“Really, God?” I said aloud at the end of the week when I received the devastating news. “Can You give me a break?”

I happened to be putting together teaching material that week for a women’s retreat that was themed “Choose Joy.” Suddenly it became apparent to me that I was not choosing joy in the midst of my circumstances. I was, instead, letting my circumstances control my life and my attitude.

I remembered a passage from Scripture that I’d memorized as a teenager. One that God seemed to be whispering in my ear: “Consider it pure joy, my brothers and sisters, whenever you face trials of many kinds, because you know that the testing of your faith produces perseverance. Let perseverance finish its work so that you may be mature and complete, not lacking anything” (James 1:2-4, NIV).

Consider it joy? “But, God this isn’t joyful. Not in the least,” I responded aloud.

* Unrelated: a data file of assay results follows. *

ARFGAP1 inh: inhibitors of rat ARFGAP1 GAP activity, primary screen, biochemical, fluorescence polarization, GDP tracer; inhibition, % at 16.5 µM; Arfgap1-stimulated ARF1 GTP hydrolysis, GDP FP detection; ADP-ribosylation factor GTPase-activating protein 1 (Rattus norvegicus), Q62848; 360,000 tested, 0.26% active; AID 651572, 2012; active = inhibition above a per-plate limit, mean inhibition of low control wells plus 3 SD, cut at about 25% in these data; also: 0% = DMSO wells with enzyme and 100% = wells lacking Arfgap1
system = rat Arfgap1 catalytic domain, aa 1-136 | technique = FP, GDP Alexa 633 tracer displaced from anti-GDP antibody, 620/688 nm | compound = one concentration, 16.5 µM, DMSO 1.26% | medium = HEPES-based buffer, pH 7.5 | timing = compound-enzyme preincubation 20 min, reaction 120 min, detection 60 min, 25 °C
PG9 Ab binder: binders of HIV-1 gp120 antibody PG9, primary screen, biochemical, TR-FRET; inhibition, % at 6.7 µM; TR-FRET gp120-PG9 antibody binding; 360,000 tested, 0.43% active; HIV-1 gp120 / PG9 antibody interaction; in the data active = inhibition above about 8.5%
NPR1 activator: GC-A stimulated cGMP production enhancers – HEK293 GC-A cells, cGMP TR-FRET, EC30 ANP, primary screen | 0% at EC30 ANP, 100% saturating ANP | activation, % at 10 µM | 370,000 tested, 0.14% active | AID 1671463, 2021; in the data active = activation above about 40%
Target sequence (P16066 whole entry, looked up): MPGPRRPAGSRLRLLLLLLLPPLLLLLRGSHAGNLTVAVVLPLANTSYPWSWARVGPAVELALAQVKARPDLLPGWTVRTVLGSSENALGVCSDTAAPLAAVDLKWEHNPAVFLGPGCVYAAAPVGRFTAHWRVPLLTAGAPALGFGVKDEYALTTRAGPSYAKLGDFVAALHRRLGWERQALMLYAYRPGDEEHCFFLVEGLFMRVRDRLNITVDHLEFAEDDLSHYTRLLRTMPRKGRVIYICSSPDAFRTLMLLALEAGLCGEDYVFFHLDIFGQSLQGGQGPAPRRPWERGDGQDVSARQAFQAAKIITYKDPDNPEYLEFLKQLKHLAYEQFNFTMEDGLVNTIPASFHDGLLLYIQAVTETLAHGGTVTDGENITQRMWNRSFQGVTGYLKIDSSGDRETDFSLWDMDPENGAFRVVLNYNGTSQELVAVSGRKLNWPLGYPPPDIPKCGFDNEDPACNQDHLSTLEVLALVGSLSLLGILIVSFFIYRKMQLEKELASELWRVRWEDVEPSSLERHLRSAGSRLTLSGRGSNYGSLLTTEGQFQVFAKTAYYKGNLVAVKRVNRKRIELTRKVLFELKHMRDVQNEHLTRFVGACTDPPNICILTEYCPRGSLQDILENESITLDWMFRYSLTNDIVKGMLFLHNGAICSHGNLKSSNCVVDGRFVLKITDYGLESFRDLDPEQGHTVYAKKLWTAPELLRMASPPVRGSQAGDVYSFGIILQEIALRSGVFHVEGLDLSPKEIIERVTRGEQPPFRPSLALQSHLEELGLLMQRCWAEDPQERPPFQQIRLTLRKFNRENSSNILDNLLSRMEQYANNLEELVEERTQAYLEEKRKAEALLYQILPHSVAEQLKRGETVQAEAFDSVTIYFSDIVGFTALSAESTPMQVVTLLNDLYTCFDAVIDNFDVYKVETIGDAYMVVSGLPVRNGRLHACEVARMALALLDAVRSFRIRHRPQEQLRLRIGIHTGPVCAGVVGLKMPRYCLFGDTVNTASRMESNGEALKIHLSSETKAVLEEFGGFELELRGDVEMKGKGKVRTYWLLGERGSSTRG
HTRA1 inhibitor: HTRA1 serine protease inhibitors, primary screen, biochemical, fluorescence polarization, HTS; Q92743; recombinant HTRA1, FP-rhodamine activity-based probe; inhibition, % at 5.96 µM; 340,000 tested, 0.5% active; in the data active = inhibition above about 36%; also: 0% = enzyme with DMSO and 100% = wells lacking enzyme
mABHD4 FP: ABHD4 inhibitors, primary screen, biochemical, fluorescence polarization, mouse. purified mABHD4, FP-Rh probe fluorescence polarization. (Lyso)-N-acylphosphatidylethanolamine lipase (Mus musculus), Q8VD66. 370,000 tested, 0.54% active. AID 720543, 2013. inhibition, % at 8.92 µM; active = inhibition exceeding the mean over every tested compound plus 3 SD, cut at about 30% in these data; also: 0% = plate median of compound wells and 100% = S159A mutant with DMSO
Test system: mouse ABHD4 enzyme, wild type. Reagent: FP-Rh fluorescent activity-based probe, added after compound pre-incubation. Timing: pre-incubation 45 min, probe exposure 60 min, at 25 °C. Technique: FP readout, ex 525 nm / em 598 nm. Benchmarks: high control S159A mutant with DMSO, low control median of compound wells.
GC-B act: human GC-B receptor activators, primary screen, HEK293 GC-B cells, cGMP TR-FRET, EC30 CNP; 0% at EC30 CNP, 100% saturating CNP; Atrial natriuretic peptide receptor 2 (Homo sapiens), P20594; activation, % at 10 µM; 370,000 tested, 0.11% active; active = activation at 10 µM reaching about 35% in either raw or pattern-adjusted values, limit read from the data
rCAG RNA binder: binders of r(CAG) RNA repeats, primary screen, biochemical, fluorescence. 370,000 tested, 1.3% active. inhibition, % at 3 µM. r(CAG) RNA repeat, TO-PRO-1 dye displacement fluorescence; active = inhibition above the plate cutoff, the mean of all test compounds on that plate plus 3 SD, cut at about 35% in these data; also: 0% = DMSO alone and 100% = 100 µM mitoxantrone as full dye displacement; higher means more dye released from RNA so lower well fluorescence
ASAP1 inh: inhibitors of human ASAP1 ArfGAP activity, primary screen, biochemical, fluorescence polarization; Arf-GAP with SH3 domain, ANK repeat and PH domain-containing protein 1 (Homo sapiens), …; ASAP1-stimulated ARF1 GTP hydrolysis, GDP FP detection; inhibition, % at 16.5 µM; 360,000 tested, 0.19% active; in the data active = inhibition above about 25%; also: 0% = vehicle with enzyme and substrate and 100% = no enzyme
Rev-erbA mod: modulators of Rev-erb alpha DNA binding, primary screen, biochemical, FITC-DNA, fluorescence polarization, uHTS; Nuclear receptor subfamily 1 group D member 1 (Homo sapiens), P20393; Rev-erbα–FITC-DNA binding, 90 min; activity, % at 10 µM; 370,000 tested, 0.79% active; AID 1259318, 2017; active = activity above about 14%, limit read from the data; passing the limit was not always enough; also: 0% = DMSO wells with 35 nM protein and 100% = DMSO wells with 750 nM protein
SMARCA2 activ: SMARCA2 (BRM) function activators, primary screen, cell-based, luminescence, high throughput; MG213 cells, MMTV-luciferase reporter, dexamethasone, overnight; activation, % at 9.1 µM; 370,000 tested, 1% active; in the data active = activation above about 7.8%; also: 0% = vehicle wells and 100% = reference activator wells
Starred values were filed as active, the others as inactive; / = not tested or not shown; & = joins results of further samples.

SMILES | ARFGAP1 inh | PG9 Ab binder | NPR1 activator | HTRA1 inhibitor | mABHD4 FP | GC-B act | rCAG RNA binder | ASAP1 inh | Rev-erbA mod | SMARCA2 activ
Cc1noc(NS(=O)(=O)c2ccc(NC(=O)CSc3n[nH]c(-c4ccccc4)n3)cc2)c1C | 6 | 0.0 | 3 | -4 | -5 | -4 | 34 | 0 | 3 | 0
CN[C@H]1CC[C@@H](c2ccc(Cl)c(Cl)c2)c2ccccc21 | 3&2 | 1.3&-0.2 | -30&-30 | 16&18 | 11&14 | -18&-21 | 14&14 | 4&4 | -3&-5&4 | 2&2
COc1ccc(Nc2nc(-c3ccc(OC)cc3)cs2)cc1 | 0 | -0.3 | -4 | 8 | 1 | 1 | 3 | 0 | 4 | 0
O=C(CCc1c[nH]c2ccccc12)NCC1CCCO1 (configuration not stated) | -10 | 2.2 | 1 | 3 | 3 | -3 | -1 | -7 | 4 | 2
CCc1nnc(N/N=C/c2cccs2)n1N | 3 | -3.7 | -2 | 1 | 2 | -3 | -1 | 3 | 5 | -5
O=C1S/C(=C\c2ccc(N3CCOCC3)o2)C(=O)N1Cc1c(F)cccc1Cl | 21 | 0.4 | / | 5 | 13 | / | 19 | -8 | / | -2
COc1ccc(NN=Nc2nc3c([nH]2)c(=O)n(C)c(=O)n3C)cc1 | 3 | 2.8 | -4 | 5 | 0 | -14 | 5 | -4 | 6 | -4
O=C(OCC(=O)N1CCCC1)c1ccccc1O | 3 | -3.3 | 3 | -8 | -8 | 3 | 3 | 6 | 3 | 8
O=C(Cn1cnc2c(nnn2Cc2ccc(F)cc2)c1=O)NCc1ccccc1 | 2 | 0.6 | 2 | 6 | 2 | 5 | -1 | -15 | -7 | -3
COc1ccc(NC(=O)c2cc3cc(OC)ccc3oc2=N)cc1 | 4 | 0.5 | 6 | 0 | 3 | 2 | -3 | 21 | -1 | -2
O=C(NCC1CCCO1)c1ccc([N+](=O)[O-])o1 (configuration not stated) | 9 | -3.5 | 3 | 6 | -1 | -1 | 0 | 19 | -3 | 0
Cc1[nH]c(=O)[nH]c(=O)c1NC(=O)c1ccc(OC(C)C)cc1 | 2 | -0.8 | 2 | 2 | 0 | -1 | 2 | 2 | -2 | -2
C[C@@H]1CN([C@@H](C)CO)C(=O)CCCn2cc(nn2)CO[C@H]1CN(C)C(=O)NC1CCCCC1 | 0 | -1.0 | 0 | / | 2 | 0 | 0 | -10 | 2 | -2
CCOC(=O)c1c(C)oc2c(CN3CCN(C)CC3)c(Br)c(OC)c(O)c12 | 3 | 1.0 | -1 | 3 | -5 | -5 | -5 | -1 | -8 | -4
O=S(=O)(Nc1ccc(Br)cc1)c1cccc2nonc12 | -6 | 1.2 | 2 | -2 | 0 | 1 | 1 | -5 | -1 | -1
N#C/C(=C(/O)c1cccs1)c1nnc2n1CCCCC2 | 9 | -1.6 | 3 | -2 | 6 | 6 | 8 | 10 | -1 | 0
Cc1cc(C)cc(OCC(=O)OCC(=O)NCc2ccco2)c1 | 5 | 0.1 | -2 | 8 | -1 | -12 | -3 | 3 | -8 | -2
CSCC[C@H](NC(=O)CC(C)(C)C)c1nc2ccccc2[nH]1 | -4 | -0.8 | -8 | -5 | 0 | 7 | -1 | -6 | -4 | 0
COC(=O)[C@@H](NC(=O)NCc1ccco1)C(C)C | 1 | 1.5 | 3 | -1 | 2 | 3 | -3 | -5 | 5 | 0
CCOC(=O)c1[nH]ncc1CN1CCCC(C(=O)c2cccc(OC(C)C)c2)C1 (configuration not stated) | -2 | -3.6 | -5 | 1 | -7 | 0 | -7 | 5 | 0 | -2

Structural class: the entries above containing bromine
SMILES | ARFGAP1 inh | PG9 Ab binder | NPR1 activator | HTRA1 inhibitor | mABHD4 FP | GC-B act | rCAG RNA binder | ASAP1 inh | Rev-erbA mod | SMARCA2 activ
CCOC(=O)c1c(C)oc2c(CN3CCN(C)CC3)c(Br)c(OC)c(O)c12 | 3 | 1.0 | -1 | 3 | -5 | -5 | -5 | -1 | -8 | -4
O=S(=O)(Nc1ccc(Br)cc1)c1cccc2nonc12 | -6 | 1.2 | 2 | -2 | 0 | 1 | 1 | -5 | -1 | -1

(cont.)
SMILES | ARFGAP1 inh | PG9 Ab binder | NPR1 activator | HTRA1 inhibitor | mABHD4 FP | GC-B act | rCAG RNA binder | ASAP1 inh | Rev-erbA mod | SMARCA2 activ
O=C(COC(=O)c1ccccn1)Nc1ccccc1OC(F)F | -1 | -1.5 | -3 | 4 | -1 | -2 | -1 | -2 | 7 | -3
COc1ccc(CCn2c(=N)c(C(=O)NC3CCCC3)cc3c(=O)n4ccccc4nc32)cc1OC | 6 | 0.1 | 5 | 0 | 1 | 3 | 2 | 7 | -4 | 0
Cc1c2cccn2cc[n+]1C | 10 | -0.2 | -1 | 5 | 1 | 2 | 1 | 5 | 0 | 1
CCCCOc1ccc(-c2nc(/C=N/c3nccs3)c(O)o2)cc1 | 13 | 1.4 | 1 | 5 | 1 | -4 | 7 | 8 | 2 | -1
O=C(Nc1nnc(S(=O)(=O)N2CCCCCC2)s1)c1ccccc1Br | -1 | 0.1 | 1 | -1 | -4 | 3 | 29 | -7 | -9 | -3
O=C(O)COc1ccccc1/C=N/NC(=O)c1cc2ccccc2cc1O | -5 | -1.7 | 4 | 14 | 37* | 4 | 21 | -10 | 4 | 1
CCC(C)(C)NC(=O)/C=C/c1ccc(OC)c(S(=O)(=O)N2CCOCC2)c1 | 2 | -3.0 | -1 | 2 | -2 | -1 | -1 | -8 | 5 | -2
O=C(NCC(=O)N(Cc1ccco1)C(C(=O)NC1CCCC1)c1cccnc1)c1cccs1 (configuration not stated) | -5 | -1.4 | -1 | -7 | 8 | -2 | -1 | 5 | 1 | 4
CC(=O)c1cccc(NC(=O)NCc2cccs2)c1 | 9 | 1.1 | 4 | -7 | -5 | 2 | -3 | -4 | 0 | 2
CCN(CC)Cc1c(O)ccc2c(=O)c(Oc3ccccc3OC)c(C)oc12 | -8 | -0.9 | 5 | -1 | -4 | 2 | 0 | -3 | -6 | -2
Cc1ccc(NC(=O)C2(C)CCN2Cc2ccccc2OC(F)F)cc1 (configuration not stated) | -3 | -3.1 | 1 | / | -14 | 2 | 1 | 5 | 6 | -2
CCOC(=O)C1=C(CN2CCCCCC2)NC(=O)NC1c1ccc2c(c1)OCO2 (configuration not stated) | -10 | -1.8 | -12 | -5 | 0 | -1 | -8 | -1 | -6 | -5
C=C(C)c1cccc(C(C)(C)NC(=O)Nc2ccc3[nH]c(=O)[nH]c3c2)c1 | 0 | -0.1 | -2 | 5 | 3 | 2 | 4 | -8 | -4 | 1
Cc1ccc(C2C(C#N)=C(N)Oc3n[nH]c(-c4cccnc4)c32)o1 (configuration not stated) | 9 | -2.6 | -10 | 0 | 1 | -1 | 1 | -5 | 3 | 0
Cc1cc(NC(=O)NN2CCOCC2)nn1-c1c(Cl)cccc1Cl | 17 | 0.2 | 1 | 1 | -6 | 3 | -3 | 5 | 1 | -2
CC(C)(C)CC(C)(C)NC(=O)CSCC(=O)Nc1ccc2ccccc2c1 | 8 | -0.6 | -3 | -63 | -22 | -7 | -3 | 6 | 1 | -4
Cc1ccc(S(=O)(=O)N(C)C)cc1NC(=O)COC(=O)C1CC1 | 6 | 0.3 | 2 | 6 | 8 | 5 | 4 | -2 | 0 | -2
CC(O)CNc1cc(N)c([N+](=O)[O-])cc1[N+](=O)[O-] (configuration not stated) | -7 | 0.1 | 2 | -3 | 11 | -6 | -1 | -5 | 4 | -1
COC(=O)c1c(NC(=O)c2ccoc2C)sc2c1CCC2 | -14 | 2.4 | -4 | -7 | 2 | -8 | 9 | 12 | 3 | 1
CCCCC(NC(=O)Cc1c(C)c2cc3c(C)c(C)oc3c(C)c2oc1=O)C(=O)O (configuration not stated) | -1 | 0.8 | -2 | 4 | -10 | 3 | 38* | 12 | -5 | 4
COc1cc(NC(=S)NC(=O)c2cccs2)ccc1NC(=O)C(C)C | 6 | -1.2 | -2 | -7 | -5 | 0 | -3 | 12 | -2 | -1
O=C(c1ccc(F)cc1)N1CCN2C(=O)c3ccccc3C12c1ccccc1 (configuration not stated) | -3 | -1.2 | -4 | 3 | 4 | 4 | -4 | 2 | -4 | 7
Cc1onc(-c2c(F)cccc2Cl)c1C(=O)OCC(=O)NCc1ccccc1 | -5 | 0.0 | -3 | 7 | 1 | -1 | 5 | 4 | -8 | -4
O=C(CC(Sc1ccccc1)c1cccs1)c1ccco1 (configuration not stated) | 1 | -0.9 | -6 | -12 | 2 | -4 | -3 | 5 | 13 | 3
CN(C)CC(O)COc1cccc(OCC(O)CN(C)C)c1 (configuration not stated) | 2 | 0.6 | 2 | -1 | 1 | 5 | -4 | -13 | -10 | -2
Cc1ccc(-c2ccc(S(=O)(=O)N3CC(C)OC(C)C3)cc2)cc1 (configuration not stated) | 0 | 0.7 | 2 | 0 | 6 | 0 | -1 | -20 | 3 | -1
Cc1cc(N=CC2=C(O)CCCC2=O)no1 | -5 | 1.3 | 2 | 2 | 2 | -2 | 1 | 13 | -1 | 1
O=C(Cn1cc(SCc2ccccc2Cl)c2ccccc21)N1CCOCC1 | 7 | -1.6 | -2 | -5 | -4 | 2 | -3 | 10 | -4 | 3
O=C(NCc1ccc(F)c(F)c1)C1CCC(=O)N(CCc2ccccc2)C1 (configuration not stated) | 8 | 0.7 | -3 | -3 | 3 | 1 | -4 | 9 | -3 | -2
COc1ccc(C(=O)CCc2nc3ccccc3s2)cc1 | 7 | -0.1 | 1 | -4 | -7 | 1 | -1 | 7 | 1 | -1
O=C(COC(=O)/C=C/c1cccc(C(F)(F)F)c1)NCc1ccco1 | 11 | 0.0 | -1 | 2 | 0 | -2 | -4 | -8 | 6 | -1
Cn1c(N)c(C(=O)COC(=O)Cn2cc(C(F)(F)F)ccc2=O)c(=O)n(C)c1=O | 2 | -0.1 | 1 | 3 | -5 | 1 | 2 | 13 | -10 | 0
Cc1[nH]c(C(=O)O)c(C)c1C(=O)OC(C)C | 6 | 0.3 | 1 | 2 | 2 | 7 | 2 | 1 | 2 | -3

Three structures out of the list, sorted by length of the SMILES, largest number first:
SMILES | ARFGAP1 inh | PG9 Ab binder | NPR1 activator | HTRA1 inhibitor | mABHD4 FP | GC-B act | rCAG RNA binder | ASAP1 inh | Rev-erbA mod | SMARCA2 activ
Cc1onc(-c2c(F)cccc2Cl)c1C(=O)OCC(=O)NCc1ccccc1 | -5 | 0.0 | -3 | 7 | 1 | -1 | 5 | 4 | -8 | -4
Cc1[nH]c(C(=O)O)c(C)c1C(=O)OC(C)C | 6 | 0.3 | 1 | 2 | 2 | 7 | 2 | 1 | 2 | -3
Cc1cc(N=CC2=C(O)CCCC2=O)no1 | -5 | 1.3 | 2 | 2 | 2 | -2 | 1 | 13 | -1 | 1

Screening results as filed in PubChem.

But God, in His goodness, wanted me to choose joy, even if I didn’t feel like it.

God has made it clear to me through the years that joy is not about our circumstances, it’s about our condition. Our circumstances change from day to day. But our condition – as a child of God and the recipient of His eternal blessings – never changes.

Joy is not about what is happening – or not happening – in our lives. Joy is about Whose we are.

“God, help me to respond in a way that pleases You,” I prayed. And He reminded me that not only is the joy of the Lord my stronghold (Nehemiah 8:10) but as I dwell in His presence, recounting my blessings and realizing He is my greatest joy, He will meet me there.